IN THE COURT OF APPEAL OF THE STATE OF CALIFORNIA THIRD APPELLATE DISTRICT (Calaveras)
August 30, 2011
IN RE B.L. ET AL., PERSONS COMING UNDER THE JUVENILE COURT LAW. CALAVERAS COUNTY WORKS AND HUMAN SERVICES AGENCY, PLAINTIFF AND RESPONDENT,
M.S., DEFENDANT AND APPELLANT.
(Super. Ct. Nos. 10JD5077, 10JD5078, 10JD5079)
The opinion of the court was delivered by: Hull , J.
In re B.L. CA3
NOT TO BE PUBLISHED
California Rules of Court, rule 8.1115(a), prohibits courts and parties from citing or relying on opinions not certified for publication or ordered published, except as specified by rule 8.1115(b). This opinion has not been certified for publication or ordered published for purposes of rule 8.1115.
M.S. appeals from a dispositional order on an original petition under Welfare and Institutions Code section 342. At this hearing, the juvenile court ordered that appellant's oldest child, B.L., remain a dependent of the juvenile court under Welfare and Institutions Code section 300, subdivision (b); ordered him retained in out-of-home custody, and ordered that unsupervised visitation be permitted, "So long as visitation is not detrimental to the child's well-being."
Appellant's only argument on appeal is that the juvenile court improperly delegated the power to determine visitation to respondent Calaveras County Works and Human Services Agency (the Agency). Because appellant's claim is limited to the legality of a visitation order, we omit a recitation of the underlying facts and procedural background. We find appellant has forfeited her claim on appeal.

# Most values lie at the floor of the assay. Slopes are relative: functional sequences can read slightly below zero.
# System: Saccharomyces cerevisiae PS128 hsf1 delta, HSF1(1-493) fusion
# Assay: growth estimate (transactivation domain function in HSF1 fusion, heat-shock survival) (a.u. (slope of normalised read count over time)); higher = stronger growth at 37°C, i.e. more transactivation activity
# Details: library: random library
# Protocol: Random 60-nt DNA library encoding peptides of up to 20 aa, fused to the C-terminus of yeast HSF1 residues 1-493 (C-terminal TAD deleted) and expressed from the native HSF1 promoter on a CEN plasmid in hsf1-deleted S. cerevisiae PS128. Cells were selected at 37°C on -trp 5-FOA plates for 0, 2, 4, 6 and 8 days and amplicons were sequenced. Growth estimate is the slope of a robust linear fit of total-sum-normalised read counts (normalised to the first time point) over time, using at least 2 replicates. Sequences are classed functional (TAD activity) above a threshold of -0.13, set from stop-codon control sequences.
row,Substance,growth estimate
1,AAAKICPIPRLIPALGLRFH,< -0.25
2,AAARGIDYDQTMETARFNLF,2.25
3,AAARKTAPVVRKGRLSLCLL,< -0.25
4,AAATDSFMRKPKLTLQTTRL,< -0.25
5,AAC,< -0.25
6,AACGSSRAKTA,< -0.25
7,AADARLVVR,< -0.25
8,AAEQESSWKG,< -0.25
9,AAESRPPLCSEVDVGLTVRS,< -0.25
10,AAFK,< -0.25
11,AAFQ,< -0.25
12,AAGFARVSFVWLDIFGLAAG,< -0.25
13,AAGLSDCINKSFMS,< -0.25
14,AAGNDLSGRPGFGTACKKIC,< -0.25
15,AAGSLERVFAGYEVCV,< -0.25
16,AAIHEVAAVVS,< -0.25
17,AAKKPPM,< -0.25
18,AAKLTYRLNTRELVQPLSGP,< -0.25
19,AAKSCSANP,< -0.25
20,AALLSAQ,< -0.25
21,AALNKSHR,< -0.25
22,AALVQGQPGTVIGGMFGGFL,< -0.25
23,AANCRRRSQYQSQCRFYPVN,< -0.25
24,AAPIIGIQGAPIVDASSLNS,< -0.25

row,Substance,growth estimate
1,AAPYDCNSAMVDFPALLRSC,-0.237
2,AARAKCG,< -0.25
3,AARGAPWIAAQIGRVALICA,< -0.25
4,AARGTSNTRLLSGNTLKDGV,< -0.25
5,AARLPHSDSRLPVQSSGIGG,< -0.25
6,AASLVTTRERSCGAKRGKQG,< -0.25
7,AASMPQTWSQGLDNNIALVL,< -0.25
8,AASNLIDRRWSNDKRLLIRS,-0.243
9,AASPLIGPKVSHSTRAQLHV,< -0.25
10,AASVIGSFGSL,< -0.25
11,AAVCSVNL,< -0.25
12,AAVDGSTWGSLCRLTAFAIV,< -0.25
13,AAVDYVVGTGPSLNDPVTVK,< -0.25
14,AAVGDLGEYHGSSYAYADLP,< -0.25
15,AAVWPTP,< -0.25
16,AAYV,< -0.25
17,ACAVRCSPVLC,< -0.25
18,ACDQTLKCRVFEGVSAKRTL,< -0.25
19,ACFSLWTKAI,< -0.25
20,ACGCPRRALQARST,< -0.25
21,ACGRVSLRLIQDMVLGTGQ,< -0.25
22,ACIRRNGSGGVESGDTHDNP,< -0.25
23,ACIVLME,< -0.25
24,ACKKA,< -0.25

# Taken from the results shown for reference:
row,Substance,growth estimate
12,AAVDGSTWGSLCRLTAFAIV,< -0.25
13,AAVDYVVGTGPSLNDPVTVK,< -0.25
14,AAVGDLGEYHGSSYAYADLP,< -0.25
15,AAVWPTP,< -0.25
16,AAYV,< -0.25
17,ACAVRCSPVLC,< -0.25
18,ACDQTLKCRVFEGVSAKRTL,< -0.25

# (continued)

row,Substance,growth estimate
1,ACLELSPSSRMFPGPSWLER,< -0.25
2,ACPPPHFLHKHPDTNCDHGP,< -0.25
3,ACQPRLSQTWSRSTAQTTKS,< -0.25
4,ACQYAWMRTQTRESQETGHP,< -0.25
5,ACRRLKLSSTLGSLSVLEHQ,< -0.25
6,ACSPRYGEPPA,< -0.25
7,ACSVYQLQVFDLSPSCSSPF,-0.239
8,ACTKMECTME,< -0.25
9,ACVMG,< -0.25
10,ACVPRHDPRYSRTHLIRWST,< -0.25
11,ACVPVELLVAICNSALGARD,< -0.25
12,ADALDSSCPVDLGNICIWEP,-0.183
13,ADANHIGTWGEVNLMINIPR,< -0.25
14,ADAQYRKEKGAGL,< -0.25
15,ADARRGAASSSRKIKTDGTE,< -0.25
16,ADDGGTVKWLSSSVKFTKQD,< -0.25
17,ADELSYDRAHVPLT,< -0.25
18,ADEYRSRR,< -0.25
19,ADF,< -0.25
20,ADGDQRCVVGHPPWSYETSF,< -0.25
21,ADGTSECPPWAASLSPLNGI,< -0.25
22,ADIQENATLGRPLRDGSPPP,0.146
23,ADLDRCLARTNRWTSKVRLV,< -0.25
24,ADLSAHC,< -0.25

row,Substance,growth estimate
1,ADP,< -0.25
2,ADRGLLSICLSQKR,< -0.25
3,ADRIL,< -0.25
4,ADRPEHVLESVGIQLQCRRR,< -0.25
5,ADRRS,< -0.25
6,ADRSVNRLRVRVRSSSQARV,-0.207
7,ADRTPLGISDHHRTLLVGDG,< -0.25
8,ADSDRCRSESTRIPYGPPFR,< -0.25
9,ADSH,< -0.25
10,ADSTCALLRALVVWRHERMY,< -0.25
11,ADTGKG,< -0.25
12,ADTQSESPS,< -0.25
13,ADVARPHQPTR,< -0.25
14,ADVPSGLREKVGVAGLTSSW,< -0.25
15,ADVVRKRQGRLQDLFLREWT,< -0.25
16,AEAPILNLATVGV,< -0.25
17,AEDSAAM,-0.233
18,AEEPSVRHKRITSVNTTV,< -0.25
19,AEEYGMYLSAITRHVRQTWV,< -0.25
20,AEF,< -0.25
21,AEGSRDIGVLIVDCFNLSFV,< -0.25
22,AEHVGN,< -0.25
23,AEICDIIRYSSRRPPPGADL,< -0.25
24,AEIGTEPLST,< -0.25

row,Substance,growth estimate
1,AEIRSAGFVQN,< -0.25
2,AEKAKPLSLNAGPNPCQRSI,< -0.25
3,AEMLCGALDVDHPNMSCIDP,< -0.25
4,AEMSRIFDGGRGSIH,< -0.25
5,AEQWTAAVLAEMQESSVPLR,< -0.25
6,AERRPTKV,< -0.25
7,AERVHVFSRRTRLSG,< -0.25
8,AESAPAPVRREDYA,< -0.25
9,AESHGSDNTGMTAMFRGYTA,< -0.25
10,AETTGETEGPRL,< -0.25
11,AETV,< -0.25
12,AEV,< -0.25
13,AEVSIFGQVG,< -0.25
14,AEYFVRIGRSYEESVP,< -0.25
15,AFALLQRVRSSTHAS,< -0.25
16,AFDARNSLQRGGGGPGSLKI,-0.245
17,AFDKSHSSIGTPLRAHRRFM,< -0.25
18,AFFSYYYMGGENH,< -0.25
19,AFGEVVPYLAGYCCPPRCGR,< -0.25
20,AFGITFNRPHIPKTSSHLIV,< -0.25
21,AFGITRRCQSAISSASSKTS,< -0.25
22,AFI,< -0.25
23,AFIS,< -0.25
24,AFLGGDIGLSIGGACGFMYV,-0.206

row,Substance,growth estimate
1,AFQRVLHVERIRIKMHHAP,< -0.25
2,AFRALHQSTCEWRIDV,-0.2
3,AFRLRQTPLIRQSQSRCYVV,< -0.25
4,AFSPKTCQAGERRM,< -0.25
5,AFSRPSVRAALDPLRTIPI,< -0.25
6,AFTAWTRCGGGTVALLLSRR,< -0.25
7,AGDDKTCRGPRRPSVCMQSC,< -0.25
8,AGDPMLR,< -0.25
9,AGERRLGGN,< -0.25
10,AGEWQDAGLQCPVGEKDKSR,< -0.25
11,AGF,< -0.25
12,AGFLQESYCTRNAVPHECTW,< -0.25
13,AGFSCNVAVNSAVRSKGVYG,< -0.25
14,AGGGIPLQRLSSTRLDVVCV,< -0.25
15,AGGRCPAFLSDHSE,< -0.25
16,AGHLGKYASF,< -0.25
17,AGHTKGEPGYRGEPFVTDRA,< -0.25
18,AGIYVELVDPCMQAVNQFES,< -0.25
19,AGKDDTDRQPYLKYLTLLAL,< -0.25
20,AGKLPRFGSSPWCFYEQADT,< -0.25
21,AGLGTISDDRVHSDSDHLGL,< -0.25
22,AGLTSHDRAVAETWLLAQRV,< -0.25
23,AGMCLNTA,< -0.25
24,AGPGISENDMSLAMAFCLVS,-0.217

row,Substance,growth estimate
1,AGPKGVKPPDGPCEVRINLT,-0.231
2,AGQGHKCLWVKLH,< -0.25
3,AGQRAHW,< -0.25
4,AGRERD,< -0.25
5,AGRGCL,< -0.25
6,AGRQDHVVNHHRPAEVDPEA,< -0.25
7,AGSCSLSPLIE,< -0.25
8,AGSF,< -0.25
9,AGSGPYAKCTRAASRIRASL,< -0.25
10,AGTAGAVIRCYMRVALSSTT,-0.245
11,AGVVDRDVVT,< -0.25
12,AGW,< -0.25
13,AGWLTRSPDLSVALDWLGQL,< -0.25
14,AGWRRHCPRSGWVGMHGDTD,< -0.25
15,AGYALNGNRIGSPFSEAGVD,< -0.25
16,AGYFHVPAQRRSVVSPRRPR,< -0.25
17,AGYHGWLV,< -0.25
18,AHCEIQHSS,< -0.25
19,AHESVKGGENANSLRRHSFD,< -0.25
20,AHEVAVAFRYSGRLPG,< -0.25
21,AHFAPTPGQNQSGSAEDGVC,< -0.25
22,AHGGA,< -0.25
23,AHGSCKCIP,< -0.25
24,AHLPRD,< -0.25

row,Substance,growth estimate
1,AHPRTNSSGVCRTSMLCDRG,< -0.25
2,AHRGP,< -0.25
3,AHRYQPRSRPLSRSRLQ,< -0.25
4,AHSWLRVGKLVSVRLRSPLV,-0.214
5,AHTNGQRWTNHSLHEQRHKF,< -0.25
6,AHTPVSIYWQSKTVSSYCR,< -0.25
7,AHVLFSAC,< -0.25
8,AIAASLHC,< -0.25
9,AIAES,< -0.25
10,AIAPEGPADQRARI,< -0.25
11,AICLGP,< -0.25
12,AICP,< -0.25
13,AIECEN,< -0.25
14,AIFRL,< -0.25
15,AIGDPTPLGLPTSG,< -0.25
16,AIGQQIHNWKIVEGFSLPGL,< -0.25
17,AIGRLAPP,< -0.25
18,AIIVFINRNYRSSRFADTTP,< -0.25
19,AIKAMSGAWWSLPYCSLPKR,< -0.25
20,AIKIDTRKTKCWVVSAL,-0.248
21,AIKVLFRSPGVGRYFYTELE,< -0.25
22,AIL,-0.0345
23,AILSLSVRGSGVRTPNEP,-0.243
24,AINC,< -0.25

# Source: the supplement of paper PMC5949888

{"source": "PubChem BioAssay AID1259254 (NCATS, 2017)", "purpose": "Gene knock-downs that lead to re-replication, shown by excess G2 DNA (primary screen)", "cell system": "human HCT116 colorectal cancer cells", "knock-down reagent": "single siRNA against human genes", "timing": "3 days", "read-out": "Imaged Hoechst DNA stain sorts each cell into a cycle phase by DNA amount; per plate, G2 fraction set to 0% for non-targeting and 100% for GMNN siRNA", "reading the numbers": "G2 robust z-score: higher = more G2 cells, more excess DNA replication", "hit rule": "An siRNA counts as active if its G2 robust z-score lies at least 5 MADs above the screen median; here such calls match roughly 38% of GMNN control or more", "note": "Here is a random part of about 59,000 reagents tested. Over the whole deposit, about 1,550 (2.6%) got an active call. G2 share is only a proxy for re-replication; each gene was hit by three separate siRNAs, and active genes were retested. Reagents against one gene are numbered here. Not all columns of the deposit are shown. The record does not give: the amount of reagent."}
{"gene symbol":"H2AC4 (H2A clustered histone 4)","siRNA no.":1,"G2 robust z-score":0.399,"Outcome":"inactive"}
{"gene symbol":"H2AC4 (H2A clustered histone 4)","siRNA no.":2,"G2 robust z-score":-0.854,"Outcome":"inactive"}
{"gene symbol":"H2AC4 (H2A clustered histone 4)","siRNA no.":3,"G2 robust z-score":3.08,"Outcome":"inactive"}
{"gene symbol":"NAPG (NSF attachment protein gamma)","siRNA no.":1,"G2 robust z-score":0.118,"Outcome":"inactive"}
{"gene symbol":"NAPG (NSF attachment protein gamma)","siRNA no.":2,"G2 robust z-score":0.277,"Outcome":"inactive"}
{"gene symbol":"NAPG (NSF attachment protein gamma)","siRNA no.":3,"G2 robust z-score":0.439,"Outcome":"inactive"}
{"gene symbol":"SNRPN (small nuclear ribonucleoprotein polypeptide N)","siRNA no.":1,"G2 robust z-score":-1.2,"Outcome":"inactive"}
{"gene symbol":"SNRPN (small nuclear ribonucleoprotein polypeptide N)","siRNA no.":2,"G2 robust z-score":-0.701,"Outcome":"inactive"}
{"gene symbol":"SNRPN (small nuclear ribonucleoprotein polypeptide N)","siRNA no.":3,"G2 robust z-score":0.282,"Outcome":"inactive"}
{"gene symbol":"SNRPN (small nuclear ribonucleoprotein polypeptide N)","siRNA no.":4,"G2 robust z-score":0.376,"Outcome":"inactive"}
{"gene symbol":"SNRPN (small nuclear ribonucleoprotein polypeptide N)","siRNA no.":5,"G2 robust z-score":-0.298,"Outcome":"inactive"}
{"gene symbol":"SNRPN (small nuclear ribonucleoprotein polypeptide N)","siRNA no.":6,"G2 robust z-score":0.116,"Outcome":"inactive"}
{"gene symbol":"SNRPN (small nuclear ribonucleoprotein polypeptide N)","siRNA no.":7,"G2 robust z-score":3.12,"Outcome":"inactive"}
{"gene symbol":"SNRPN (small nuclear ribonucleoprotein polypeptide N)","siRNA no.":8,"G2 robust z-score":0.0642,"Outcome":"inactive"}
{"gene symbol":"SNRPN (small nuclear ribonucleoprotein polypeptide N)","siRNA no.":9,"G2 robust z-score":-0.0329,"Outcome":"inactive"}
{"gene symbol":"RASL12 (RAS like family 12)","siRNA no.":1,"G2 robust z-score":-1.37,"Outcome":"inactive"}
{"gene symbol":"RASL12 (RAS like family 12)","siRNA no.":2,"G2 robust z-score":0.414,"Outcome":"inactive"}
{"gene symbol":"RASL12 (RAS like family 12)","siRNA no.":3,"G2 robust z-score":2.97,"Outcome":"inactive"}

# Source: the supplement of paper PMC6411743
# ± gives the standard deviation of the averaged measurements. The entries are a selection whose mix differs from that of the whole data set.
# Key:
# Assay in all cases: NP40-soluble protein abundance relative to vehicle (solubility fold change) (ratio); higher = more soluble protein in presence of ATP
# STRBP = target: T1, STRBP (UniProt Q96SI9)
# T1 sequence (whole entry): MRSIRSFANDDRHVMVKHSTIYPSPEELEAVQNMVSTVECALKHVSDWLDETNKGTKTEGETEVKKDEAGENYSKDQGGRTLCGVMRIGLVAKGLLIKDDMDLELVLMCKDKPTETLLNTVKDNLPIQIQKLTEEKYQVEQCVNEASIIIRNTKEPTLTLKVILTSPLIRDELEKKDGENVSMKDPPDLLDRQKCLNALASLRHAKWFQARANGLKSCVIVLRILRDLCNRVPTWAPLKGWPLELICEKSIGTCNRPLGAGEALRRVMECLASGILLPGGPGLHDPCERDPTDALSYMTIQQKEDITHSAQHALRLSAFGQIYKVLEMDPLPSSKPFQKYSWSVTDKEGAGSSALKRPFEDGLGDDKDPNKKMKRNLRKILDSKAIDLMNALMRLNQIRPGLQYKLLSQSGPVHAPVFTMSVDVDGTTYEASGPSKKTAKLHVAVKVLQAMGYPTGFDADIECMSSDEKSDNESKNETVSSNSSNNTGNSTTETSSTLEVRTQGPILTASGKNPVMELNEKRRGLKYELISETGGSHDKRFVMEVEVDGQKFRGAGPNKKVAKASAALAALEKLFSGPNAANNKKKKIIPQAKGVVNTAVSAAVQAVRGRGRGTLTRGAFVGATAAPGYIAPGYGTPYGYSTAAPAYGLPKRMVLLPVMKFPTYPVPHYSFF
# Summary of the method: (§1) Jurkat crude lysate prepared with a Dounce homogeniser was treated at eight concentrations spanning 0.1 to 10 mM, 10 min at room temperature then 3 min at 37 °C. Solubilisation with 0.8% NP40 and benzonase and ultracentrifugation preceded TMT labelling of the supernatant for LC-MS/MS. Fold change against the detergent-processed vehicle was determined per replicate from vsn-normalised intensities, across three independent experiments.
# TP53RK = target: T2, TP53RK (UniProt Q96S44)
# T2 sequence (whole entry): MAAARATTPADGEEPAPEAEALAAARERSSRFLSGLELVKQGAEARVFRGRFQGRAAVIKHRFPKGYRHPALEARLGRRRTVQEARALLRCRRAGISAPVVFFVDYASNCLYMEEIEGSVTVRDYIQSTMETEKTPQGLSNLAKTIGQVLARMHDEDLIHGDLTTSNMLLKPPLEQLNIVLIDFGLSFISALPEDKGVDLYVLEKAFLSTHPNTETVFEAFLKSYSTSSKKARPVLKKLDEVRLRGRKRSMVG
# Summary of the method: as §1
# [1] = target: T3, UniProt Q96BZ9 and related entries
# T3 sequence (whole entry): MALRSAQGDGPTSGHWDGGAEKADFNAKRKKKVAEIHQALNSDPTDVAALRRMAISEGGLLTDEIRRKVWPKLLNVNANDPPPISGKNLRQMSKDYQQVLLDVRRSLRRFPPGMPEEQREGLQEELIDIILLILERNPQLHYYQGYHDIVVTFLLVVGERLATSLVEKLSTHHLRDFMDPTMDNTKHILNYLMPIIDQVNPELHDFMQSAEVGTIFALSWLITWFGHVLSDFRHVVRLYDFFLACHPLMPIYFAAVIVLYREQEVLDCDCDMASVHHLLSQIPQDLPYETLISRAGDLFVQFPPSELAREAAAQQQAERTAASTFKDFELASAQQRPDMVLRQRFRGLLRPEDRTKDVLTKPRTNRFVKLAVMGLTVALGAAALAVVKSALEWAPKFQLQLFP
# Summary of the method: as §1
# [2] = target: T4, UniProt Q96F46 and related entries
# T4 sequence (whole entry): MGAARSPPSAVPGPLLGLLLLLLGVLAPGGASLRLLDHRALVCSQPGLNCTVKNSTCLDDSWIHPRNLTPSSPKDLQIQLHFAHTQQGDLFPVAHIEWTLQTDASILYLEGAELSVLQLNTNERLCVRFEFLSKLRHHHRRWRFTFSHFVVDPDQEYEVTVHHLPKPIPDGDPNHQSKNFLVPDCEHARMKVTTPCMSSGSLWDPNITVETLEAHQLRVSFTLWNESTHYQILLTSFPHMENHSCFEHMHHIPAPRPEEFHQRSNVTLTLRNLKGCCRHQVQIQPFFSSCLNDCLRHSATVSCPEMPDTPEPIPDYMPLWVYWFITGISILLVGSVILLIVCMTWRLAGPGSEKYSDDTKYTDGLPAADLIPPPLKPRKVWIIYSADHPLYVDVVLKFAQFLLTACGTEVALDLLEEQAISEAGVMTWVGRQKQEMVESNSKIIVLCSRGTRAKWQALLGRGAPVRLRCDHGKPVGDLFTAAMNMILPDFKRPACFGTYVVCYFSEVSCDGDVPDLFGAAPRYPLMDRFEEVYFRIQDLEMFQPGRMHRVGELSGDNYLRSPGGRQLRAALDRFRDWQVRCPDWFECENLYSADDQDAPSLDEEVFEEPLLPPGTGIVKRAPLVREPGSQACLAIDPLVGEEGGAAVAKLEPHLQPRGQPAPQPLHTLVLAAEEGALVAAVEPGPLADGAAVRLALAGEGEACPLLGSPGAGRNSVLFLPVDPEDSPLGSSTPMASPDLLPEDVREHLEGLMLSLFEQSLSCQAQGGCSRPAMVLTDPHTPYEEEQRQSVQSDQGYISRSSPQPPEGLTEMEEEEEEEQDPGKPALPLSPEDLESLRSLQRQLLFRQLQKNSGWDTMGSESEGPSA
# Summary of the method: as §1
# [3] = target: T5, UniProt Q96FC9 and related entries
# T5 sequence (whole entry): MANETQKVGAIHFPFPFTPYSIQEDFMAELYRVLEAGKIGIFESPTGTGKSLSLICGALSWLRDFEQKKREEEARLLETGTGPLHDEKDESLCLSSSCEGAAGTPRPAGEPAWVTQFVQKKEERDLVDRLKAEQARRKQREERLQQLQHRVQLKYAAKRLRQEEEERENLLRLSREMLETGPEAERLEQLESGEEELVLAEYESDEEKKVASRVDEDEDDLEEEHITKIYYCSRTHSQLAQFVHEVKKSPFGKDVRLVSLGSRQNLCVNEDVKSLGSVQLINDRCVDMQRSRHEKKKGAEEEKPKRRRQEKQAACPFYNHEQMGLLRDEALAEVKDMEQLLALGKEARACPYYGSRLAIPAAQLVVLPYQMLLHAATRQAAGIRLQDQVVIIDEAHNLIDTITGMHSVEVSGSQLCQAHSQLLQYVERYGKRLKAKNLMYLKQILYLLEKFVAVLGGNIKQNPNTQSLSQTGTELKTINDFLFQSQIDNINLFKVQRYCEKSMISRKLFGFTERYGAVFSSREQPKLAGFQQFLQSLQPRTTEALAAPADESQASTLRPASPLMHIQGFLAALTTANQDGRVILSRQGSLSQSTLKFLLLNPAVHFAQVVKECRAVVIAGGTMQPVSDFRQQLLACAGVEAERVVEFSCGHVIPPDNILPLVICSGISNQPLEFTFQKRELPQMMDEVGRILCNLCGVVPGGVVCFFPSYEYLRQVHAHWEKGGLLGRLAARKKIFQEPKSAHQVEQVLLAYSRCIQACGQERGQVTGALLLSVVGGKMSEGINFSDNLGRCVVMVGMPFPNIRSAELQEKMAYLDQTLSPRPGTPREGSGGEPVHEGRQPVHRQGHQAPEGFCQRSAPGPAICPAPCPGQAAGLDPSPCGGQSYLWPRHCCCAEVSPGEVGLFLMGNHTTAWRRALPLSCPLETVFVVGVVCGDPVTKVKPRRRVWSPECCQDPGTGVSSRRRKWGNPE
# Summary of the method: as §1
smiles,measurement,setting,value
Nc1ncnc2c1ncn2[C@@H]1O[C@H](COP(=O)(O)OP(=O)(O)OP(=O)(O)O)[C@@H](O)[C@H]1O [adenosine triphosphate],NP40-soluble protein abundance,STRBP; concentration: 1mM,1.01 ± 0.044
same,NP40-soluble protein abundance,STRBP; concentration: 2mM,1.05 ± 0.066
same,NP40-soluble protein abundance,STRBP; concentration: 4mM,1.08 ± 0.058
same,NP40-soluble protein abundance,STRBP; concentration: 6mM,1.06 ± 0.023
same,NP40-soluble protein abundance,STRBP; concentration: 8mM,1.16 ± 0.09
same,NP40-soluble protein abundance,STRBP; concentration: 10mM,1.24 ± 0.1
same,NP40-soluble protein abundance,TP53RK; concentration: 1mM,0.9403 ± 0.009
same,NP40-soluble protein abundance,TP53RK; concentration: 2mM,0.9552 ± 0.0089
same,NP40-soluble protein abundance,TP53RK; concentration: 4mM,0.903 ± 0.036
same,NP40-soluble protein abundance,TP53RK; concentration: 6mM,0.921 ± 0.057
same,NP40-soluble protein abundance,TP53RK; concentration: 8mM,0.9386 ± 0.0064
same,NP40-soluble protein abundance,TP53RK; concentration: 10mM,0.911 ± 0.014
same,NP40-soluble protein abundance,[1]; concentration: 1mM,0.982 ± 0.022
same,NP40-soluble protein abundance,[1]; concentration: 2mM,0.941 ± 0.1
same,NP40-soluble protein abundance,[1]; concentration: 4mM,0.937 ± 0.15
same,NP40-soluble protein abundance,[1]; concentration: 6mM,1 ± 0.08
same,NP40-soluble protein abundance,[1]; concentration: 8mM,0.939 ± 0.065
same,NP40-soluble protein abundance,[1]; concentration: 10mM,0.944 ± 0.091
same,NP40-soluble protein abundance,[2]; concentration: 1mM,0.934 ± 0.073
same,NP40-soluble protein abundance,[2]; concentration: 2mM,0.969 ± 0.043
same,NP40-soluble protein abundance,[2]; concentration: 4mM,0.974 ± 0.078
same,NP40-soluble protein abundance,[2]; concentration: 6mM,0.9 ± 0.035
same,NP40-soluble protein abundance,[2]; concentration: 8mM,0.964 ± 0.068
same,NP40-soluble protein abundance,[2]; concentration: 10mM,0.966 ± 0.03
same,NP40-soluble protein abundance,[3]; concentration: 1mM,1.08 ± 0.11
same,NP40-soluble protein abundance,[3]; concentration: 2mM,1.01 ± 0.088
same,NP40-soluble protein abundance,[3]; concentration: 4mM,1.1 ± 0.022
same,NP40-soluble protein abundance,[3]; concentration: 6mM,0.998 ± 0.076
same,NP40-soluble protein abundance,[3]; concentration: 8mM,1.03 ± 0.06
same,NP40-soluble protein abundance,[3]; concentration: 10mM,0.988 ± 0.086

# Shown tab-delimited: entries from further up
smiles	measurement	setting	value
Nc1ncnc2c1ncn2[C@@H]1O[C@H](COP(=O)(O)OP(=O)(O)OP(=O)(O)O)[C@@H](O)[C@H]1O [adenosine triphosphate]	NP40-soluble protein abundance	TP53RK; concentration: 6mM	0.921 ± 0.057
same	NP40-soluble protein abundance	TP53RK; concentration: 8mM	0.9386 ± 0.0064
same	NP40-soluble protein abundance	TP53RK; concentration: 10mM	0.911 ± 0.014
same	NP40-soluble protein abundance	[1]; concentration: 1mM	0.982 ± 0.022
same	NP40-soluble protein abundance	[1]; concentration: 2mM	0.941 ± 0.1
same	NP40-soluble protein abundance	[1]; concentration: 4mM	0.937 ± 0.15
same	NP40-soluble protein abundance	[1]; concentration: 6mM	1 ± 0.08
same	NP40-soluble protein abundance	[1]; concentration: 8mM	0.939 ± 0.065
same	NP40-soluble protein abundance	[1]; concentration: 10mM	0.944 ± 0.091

Appellant, who was present with counsel at the dispositional hearing, did not object to the visitation order in the juvenile court. Accordingly, her claim on appeal is forfeited. (In re Dakota S. (2000) 85 Cal.App.4th 494, 501-502 [claims not raised in juvenile court are forfeited on appeal].) Even had appellant raised her objection in the juvenile court, however, her claim fails.
In fashioning a visitation order, the court may delegate the responsibility of managing the details of visitation--including time, place, and manner--but not the decision whether visitation will occur. (In re Moriah T. (1994) 23 Cal.App.4th 1367, 1374.) In In re Moriah T., this court upheld an order entered at an 18-month review hearing for the father to visit "'regularly'" with the children "'consistent with the[ir] well-being . . . and at the discretion of [the social services agency] as to time, place, and manner.'" (Id. at p. 1371.) Because the juvenile court's order mandated regular visitation, the social services agency was not given absolute discretion to decide whether visits would occur. (Ibid.) We concluded it was not an improper delegation of authority to allow the social services agency to determine the frequency and length of visits when the order provided for regular visitation. (Id. at pp. 1376- 1377.)
The visitation order from which appellant appeals here did not mandate regular visitation, nor did it provide for a minimum amount of visitation. However, the juvenile court issued a subsequent order for visitation requiring the Agency to schedule one hour of unsupervised visitation between B.L. and appellant each month. Such an order, which leaves to the Agency the details of when and where the visitation is to occur is an appropriate order. (In re Moriah T., supra, 23 Cal.App.4th at pp. 1376-1377.) Accordingly, even if appellant had preserved her claim for appeal, no further relief can be granted.
The orders of the juvenile court are affirmed.
We concur: BLEASE , Acting P. J. MAURO , J.
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